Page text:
Published by Dial Press Trade Paperback on April 25, 2006
Workaholic attorney Samantha Sweeting has just done the unthinkable. She’s made a mistake so huge, it’ll wreck any chance of a partnership.
Going into utter meltdown, she walks out of her London office, gets on a train, and ends up in the middle of nowhere. Asking for directions at a big, beautiful house, she’s mistaken for an interviewee and finds herself being offered a job as housekeeper. Her employers have no idea they’ve hired a lawyer–and Samantha has no idea how to work the oven. She can’t sew on a button, bake a potato, or get the #@%# ironing board to open. How she takes a deep breath and begins to cope–and finds love–is a story as delicious as the bread she learns to bake.
But will her old life ever catch up with her? And if it does…will she want it back?
I will start off by saying that I LOVE this book. I recently reread it as part of m COVID romantic-comedy quarantine reading, and it was just as fun as when I first read it many years ago.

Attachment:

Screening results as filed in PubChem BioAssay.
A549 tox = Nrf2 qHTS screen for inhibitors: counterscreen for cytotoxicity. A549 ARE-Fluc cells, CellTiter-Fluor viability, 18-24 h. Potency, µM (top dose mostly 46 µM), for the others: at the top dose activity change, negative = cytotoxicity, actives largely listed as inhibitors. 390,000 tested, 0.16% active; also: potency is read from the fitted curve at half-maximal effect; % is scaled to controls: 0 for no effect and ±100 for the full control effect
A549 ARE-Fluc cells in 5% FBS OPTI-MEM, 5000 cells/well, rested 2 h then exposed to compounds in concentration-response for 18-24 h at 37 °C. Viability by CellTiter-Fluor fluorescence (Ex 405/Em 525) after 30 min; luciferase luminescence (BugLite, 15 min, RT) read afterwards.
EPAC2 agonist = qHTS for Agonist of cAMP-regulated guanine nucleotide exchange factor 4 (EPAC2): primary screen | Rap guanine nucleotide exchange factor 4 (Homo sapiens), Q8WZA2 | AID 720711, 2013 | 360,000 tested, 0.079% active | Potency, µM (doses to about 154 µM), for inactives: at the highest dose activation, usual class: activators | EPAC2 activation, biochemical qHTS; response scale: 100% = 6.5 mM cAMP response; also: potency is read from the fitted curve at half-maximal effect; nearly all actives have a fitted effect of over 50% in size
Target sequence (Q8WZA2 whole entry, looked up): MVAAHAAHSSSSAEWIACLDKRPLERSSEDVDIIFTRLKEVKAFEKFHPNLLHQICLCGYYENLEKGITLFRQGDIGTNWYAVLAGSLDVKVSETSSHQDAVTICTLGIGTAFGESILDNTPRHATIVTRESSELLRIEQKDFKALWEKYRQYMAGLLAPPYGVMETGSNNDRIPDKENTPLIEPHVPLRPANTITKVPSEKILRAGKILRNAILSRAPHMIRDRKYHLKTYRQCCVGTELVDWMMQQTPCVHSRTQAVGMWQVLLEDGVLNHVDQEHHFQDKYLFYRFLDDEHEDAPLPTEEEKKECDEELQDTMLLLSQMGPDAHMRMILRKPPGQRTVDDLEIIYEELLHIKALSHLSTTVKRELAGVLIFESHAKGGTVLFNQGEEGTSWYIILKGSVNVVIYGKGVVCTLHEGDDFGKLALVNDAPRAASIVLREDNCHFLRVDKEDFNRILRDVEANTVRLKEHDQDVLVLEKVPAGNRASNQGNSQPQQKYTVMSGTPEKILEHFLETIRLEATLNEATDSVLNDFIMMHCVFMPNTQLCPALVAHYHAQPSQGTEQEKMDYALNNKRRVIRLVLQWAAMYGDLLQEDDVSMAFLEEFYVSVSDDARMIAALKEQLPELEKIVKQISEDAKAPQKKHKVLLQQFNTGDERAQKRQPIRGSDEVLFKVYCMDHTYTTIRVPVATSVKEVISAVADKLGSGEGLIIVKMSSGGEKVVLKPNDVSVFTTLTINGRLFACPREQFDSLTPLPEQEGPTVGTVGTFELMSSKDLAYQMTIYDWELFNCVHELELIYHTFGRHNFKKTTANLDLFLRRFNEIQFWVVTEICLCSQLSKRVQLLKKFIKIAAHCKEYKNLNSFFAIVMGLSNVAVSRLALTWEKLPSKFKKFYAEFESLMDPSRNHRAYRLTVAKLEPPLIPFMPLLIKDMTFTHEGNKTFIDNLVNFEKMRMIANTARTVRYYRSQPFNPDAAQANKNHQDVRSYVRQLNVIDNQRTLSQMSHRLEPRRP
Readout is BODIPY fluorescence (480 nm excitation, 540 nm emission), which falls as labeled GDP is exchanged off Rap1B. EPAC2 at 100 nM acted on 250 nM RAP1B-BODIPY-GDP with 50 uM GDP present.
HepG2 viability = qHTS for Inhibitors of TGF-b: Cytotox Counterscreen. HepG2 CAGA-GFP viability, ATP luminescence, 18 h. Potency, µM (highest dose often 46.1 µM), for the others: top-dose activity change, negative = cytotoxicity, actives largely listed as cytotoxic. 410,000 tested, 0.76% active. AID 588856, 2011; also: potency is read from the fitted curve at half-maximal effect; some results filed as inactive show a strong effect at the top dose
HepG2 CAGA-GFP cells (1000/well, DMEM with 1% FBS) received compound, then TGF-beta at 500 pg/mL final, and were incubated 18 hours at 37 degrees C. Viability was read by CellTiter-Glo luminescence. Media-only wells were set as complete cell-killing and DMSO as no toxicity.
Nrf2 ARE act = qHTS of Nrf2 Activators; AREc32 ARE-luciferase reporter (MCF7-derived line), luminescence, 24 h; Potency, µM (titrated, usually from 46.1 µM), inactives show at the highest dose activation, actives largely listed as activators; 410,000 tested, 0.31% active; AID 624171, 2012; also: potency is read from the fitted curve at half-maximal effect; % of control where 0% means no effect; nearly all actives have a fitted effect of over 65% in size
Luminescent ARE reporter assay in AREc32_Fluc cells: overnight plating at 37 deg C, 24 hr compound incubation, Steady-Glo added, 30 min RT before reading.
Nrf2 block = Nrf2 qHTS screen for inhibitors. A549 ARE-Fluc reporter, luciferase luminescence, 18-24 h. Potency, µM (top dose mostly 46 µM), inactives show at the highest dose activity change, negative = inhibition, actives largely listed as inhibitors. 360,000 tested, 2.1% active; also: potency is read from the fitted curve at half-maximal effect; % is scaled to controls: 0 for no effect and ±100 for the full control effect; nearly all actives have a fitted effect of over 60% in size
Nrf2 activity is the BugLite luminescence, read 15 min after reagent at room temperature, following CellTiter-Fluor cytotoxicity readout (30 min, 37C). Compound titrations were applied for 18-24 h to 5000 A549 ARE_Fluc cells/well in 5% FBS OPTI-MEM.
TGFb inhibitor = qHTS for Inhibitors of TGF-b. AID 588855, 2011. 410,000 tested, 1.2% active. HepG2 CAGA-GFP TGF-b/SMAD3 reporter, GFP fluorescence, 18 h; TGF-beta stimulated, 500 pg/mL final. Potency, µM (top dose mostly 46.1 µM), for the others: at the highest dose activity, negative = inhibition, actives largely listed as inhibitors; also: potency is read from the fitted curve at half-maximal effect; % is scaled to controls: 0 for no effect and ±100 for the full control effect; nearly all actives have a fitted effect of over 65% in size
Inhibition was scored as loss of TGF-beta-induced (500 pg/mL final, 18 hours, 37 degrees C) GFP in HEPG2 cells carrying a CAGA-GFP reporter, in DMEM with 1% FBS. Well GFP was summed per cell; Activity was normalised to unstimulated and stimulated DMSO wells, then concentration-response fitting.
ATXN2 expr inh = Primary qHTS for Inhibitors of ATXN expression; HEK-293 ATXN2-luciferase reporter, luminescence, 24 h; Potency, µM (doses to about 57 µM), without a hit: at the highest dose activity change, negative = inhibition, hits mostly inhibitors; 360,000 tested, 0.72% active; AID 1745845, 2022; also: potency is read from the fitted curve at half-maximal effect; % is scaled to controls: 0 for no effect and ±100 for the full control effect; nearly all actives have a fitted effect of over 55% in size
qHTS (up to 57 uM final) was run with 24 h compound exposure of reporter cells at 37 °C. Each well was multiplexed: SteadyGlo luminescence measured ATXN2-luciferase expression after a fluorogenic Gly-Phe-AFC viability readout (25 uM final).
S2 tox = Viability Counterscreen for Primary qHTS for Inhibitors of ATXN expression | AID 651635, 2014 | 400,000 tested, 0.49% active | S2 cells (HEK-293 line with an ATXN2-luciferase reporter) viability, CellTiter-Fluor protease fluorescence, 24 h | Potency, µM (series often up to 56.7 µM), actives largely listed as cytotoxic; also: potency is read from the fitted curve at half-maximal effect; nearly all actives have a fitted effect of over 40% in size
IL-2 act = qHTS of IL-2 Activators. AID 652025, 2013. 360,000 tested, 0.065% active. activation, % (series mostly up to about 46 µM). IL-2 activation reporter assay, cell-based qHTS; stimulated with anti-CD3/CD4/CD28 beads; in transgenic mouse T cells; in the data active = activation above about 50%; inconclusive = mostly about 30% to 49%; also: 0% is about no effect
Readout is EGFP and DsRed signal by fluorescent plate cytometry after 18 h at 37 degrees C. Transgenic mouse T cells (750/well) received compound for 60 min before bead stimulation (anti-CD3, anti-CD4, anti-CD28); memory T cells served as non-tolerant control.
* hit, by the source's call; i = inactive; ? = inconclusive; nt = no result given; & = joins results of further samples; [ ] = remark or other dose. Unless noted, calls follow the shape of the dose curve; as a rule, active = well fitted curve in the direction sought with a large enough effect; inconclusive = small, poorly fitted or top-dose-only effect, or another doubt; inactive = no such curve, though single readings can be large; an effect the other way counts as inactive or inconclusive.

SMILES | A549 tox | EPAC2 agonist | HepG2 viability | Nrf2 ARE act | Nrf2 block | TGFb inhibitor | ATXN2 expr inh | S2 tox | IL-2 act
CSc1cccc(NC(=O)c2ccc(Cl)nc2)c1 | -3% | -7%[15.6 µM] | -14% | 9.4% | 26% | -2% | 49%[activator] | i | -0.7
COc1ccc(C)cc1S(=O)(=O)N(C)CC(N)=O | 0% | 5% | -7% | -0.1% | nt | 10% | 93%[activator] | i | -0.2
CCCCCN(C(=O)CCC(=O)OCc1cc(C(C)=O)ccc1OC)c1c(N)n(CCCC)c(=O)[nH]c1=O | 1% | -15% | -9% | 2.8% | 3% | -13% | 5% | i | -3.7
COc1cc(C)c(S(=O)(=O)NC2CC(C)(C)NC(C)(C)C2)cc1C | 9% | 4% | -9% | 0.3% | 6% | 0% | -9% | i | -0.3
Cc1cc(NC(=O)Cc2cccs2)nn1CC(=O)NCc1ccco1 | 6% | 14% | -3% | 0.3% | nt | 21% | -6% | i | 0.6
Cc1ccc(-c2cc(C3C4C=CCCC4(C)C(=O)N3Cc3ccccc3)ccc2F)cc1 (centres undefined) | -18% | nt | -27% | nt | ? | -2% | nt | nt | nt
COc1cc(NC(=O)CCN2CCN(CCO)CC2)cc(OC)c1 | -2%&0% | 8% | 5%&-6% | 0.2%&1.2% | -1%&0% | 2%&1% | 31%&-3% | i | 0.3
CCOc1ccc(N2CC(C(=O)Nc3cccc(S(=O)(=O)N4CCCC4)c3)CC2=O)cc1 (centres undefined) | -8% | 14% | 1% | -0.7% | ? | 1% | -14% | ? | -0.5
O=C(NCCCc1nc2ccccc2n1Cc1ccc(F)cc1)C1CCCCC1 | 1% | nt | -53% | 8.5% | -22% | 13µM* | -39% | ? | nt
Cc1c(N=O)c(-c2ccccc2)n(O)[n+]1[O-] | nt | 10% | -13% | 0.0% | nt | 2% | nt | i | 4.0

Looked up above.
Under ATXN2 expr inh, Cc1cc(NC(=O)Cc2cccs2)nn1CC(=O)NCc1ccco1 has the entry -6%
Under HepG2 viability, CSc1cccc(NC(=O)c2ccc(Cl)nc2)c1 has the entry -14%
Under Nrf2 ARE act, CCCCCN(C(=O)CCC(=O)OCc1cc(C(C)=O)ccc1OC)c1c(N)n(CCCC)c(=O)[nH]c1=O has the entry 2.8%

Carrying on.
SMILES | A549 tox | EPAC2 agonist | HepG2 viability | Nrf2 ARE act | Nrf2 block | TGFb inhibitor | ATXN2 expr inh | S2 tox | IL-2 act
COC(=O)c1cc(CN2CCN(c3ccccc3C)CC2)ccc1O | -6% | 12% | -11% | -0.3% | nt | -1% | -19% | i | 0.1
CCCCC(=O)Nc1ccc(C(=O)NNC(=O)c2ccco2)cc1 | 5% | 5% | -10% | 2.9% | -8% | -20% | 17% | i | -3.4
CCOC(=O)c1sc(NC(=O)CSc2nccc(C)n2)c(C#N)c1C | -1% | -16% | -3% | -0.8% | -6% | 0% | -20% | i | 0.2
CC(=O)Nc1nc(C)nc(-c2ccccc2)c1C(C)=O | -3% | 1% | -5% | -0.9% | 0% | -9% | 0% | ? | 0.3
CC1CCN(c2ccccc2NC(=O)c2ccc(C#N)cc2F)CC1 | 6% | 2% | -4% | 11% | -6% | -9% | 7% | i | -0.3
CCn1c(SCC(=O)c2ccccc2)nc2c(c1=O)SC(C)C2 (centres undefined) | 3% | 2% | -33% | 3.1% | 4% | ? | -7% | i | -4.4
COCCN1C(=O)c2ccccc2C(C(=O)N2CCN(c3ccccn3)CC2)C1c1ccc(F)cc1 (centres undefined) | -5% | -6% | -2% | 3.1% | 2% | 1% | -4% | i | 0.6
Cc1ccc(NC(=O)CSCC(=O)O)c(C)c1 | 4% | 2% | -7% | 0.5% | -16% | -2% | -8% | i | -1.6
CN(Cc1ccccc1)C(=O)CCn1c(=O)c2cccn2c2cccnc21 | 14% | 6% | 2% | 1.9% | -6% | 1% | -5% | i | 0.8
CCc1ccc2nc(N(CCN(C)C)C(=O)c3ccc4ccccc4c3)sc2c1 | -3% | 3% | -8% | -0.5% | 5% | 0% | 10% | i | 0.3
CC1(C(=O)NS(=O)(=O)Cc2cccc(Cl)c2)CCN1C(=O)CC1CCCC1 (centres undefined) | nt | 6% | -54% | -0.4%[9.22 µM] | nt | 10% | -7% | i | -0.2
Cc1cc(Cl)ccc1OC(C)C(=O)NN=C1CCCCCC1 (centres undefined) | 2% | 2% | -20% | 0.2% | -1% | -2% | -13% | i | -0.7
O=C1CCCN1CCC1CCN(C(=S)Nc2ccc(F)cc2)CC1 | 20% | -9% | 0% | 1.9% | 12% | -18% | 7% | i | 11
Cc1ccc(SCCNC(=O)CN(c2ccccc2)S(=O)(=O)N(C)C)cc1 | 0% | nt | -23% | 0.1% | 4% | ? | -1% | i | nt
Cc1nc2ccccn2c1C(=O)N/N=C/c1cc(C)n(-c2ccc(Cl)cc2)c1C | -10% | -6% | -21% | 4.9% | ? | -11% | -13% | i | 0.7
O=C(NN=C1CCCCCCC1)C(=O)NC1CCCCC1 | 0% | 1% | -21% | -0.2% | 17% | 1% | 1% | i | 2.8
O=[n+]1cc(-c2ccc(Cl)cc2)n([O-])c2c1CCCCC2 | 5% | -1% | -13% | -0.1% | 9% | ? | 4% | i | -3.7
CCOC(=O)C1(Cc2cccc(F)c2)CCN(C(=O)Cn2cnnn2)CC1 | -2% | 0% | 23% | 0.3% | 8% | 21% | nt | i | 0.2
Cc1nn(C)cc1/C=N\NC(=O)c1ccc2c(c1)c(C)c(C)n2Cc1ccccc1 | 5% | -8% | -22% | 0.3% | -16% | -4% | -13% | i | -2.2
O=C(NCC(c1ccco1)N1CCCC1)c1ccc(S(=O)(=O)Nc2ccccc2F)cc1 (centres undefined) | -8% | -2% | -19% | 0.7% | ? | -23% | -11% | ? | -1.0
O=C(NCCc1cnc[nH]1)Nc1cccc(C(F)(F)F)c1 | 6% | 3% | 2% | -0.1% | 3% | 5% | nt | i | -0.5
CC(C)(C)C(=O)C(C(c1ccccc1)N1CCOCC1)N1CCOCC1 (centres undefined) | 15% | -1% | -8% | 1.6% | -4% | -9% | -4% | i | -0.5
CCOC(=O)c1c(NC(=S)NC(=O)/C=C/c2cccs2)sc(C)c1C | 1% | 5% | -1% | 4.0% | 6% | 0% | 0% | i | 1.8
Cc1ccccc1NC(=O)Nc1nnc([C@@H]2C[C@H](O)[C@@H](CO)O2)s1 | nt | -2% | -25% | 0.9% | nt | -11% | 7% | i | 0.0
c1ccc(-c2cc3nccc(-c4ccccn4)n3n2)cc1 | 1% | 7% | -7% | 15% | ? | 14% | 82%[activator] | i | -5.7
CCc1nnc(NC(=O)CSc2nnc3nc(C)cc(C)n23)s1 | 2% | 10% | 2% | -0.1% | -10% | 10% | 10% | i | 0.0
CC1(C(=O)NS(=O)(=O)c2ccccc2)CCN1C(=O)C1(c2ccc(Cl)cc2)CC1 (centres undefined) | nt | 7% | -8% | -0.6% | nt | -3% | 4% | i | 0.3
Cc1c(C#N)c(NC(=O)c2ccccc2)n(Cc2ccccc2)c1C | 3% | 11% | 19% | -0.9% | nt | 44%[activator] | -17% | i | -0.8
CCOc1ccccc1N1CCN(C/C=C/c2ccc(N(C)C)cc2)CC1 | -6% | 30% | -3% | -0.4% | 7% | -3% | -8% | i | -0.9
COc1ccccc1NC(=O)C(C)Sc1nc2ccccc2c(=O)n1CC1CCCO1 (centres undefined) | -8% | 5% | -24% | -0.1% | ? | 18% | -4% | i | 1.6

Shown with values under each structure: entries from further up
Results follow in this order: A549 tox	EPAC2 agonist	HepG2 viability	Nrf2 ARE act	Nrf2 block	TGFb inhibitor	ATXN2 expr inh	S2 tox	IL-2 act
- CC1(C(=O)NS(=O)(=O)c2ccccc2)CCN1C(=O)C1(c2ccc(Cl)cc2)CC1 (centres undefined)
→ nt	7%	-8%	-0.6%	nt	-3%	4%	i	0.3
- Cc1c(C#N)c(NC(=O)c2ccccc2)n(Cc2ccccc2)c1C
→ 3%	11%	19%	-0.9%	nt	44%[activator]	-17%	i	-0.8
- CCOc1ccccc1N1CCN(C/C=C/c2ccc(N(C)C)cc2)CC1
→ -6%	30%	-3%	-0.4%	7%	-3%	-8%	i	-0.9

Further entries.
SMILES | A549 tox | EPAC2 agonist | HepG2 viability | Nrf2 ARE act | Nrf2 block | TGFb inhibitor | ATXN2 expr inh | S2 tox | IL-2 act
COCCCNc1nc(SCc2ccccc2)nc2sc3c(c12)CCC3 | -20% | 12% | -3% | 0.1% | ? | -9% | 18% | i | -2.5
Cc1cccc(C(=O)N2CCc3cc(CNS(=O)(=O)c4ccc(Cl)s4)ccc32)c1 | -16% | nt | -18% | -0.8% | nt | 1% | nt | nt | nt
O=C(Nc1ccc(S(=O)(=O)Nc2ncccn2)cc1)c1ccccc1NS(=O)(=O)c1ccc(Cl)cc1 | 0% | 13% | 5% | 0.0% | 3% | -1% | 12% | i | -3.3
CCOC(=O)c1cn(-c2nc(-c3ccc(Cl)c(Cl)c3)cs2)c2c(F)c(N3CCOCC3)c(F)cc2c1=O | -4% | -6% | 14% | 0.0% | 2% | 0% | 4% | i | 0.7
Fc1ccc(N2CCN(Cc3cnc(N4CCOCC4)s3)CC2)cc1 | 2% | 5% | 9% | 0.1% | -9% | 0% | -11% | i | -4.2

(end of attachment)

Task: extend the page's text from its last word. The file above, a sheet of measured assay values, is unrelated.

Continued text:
Samantha Sweeting works as a lawyer and is up for partner. She works upwards of 80 hours a week, and is from a family of other workaholics, While she waits to discover whether she has successfully obtained partnership, she discovers a missed contract in a stack of papers on her desk that results in the loss of millions of dollars for her client. In her shock after discovering the mistake, she boards a train to the country and is mistaken for a housekeeper when she approaches a house to ask for a glass of water. Samantha decides to hide out in the country, pretending to be a housekeeper while she learns about life outside of a hectic law firm.
It may just be that I’ve been wishing that life would slow down a bit, and have been dreaming of moving outside of the city, but this book hit the right spot for me right now. I love Samantha’s journey to discovering life outside of her career, and her attempts to clean and cook are hilarious disasters (though I would probably go through the exact same thing if I was in her shoes).
I wish this book had been developed into a series — I just found this to be such a perfect mix of a book. Great characters, great setting, great storyline. It’s the kind of book that I never want to put down when I’m reading it, and then get sad when it is over. I am sure I will be rereading it soon.